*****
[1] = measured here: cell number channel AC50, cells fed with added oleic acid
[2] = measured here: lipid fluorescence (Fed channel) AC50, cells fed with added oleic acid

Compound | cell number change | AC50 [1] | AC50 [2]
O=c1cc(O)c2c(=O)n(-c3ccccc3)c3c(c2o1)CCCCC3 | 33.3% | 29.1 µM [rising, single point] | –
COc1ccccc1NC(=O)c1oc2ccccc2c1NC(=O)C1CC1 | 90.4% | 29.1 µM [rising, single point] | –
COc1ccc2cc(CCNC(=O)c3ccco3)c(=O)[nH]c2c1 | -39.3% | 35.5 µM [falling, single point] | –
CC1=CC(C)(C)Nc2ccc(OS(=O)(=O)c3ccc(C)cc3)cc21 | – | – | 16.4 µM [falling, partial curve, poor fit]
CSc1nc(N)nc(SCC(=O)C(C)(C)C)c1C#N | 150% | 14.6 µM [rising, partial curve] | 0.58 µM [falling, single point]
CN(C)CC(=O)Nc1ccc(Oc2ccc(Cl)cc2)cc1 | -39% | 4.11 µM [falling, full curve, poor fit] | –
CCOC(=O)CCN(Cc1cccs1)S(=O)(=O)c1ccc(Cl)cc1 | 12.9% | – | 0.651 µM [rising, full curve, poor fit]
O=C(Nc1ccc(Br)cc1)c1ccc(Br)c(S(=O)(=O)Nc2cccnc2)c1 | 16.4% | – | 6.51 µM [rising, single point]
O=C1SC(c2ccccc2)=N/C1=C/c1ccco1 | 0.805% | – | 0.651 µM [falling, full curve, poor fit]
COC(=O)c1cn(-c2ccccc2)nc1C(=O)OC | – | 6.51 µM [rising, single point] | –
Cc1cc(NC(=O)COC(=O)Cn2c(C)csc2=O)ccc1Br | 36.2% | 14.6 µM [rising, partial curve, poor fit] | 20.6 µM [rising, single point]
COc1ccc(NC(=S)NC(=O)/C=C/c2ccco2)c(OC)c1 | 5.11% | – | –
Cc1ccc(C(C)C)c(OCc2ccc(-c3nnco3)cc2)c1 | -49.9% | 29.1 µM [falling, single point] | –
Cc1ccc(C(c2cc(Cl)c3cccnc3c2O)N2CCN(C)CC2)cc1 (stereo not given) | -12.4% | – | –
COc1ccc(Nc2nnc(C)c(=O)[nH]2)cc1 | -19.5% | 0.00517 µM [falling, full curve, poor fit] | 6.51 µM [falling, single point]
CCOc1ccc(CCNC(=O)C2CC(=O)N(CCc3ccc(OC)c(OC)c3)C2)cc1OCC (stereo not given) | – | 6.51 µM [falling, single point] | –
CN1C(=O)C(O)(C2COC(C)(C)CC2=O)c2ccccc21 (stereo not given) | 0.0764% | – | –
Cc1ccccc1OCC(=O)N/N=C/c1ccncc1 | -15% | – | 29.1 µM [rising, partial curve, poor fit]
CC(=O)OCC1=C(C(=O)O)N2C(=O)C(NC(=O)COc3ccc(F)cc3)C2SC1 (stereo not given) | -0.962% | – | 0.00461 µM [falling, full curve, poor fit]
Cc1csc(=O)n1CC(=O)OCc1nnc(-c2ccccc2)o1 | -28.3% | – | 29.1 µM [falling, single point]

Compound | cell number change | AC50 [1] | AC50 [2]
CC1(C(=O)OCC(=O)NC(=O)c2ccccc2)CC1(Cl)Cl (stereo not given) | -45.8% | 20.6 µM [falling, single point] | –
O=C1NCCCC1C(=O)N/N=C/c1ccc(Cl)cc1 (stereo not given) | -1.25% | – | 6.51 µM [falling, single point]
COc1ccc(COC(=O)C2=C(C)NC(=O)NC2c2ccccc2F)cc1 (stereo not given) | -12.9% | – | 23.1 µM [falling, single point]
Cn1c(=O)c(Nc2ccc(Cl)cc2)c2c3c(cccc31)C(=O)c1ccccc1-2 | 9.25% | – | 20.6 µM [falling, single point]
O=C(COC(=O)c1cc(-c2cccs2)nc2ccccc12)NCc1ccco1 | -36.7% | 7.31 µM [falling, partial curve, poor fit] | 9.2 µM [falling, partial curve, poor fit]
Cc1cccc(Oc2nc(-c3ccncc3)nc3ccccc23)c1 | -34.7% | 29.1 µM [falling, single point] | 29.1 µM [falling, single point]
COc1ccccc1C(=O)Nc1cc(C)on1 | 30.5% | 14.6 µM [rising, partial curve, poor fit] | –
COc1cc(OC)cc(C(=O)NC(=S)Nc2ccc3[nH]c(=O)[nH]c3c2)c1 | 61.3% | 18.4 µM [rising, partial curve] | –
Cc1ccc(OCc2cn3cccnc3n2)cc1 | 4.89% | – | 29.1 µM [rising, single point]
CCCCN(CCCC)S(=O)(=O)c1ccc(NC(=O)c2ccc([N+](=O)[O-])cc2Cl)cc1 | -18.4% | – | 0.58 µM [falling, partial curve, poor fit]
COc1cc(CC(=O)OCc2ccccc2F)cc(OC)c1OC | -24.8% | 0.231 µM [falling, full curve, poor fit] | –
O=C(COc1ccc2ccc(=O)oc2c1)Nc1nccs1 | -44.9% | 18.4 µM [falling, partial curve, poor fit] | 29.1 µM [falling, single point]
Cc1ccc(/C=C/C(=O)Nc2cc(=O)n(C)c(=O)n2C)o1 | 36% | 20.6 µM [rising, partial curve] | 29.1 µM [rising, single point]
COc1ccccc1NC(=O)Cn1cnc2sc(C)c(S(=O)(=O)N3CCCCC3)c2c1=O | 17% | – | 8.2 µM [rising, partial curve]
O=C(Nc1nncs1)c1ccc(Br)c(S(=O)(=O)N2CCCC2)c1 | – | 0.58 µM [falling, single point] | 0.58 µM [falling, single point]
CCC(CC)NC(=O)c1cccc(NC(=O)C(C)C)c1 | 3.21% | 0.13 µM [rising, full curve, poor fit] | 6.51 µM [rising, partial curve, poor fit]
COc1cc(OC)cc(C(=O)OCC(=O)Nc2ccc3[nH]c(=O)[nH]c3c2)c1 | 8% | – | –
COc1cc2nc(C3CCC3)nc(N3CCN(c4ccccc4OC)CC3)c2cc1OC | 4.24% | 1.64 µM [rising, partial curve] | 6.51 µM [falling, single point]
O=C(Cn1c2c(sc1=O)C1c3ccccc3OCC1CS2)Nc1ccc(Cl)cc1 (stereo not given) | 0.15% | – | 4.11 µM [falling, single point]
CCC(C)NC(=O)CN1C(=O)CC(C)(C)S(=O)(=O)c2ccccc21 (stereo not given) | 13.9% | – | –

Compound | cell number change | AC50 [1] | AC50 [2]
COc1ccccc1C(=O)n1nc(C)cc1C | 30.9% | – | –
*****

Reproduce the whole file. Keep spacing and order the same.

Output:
[1] = measured here: cell number channel AC50, cells fed with added oleic acid
[2] = measured here: lipid fluorescence (Fed channel) AC50, cells fed with added oleic acid

Compound | cell number change | AC50 [1] | AC50 [2]
O=c1cc(O)c2c(=O)n(-c3ccccc3)c3c(c2o1)CCCCC3 | 33.3% | 29.1 µM [rising, single point] | –
COc1ccccc1NC(=O)c1oc2ccccc2c1NC(=O)C1CC1 | 90.4% | 29.1 µM [rising, single point] | –
COc1ccc2cc(CCNC(=O)c3ccco3)c(=O)[nH]c2c1 | -39.3% | 35.5 µM [falling, single point] | –
CC1=CC(C)(C)Nc2ccc(OS(=O)(=O)c3ccc(C)cc3)cc21 | – | – | 16.4 µM [falling, partial curve, poor fit]
CSc1nc(N)nc(SCC(=O)C(C)(C)C)c1C#N | 150% | 14.6 µM [rising, partial curve] | 0.58 µM [falling, single point]
CN(C)CC(=O)Nc1ccc(Oc2ccc(Cl)cc2)cc1 | -39% | 4.11 µM [falling, full curve, poor fit] | –
CCOC(=O)CCN(Cc1cccs1)S(=O)(=O)c1ccc(Cl)cc1 | 12.9% | – | 0.651 µM [rising, full curve, poor fit]
O=C(Nc1ccc(Br)cc1)c1ccc(Br)c(S(=O)(=O)Nc2cccnc2)c1 | 16.4% | – | 6.51 µM [rising, single point]
O=C1SC(c2ccccc2)=N/C1=C/c1ccco1 | 0.805% | – | 0.651 µM [falling, full curve, poor fit]
COC(=O)c1cn(-c2ccccc2)nc1C(=O)OC | – | 6.51 µM [rising, single point] | –
Cc1cc(NC(=O)COC(=O)Cn2c(C)csc2=O)ccc1Br | 36.2% | 14.6 µM [rising, partial curve, poor fit] | 20.6 µM [rising, single point]
COc1ccc(NC(=S)NC(=O)/C=C/c2ccco2)c(OC)c1 | 5.11% | – | –
Cc1ccc(C(C)C)c(OCc2ccc(-c3nnco3)cc2)c1 | -49.9% | 29.1 µM [falling, single point] | –
Cc1ccc(C(c2cc(Cl)c3cccnc3c2O)N2CCN(C)CC2)cc1 (stereo not given) | -12.4% | – | –
COc1ccc(Nc2nnc(C)c(=O)[nH]2)cc1 | -19.5% | 0.00517 µM [falling, full curve, poor fit] | 6.51 µM [falling, single point]
CCOc1ccc(CCNC(=O)C2CC(=O)N(CCc3ccc(OC)c(OC)c3)C2)cc1OCC (stereo not given) | – | 6.51 µM [falling, single point] | –
CN1C(=O)C(O)(C2COC(C)(C)CC2=O)c2ccccc21 (stereo not given) | 0.0764% | – | –
Cc1ccccc1OCC(=O)N/N=C/c1ccncc1 | -15% | – | 29.1 µM [rising, partial curve, poor fit]
CC(=O)OCC1=C(C(=O)O)N2C(=O)C(NC(=O)COc3ccc(F)cc3)C2SC1 (stereo not given) | -0.962% | – | 0.00461 µM [falling, full curve, poor fit]
Cc1csc(=O)n1CC(=O)OCc1nnc(-c2ccccc2)o1 | -28.3% | – | 29.1 µM [falling, single point]

Compound | cell number change | AC50 [1] | AC50 [2]
CC1(C(=O)OCC(=O)NC(=O)c2ccccc2)CC1(Cl)Cl (stereo not given) | -45.8% | 20.6 µM [falling, single point] | –
O=C1NCCCC1C(=O)N/N=C/c1ccc(Cl)cc1 (stereo not given) | -1.25% | – | 6.51 µM [falling, single point]
COc1ccc(COC(=O)C2=C(C)NC(=O)NC2c2ccccc2F)cc1 (stereo not given) | -12.9% | – | 23.1 µM [falling, single point]
Cn1c(=O)c(Nc2ccc(Cl)cc2)c2c3c(cccc31)C(=O)c1ccccc1-2 | 9.25% | – | 20.6 µM [falling, single point]
O=C(COC(=O)c1cc(-c2cccs2)nc2ccccc12)NCc1ccco1 | -36.7% | 7.31 µM [falling, partial curve, poor fit] | 9.2 µM [falling, partial curve, poor fit]
Cc1cccc(Oc2nc(-c3ccncc3)nc3ccccc23)c1 | -34.7% | 29.1 µM [falling, single point] | 29.1 µM [falling, single point]
COc1ccccc1C(=O)Nc1cc(C)on1 | 30.5% | 14.6 µM [rising, partial curve, poor fit] | –
COc1cc(OC)cc(C(=O)NC(=S)Nc2ccc3[nH]c(=O)[nH]c3c2)c1 | 61.3% | 18.4 µM [rising, partial curve] | –
Cc1ccc(OCc2cn3cccnc3n2)cc1 | 4.89% | – | 29.1 µM [rising, single point]
CCCCN(CCCC)S(=O)(=O)c1ccc(NC(=O)c2ccc([N+](=O)[O-])cc2Cl)cc1 | -18.4% | – | 0.58 µM [falling, partial curve, poor fit]
COc1cc(CC(=O)OCc2ccccc2F)cc(OC)c1OC | -24.8% | 0.231 µM [falling, full curve, poor fit] | –
O=C(COc1ccc2ccc(=O)oc2c1)Nc1nccs1 | -44.9% | 18.4 µM [falling, partial curve, poor fit] | 29.1 µM [falling, single point]
Cc1ccc(/C=C/C(=O)Nc2cc(=O)n(C)c(=O)n2C)o1 | 36% | 20.6 µM [rising, partial curve] | 29.1 µM [rising, single point]
COc1ccccc1NC(=O)Cn1cnc2sc(C)c(S(=O)(=O)N3CCCCC3)c2c1=O | 17% | – | 8.2 µM [rising, partial curve]
O=C(Nc1nncs1)c1ccc(Br)c(S(=O)(=O)N2CCCC2)c1 | – | 0.58 µM [falling, single point] | 0.58 µM [falling, single point]
CCC(CC)NC(=O)c1cccc(NC(=O)C(C)C)c1 | 3.21% | 0.13 µM [rising, full curve, poor fit] | 6.51 µM [rising, partial curve, poor fit]
COc1cc(OC)cc(C(=O)OCC(=O)Nc2ccc3[nH]c(=O)[nH]c3c2)c1 | 8% | – | –
COc1cc2nc(C3CCC3)nc(N3CCN(c4ccccc4OC)CC3)c2cc1OC | 4.24% | 1.64 µM [rising, partial curve] | 6.51 µM [falling, single point]
O=C(Cn1c2c(sc1=O)C1c3ccccc3OCC1CS2)Nc1ccc(Cl)cc1 (stereo not given) | 0.15% | – | 4.11 µM [falling, single point]
CCC(C)NC(=O)CN1C(=O)CC(C)(C)S(=O)(=O)c2ccccc21 (stereo not given) | 13.9% | – | –

Compound | cell number change | AC50 [1] | AC50 [2]
COc1ccccc1C(=O)n1nc(C)cc1C | 30.9% | – | –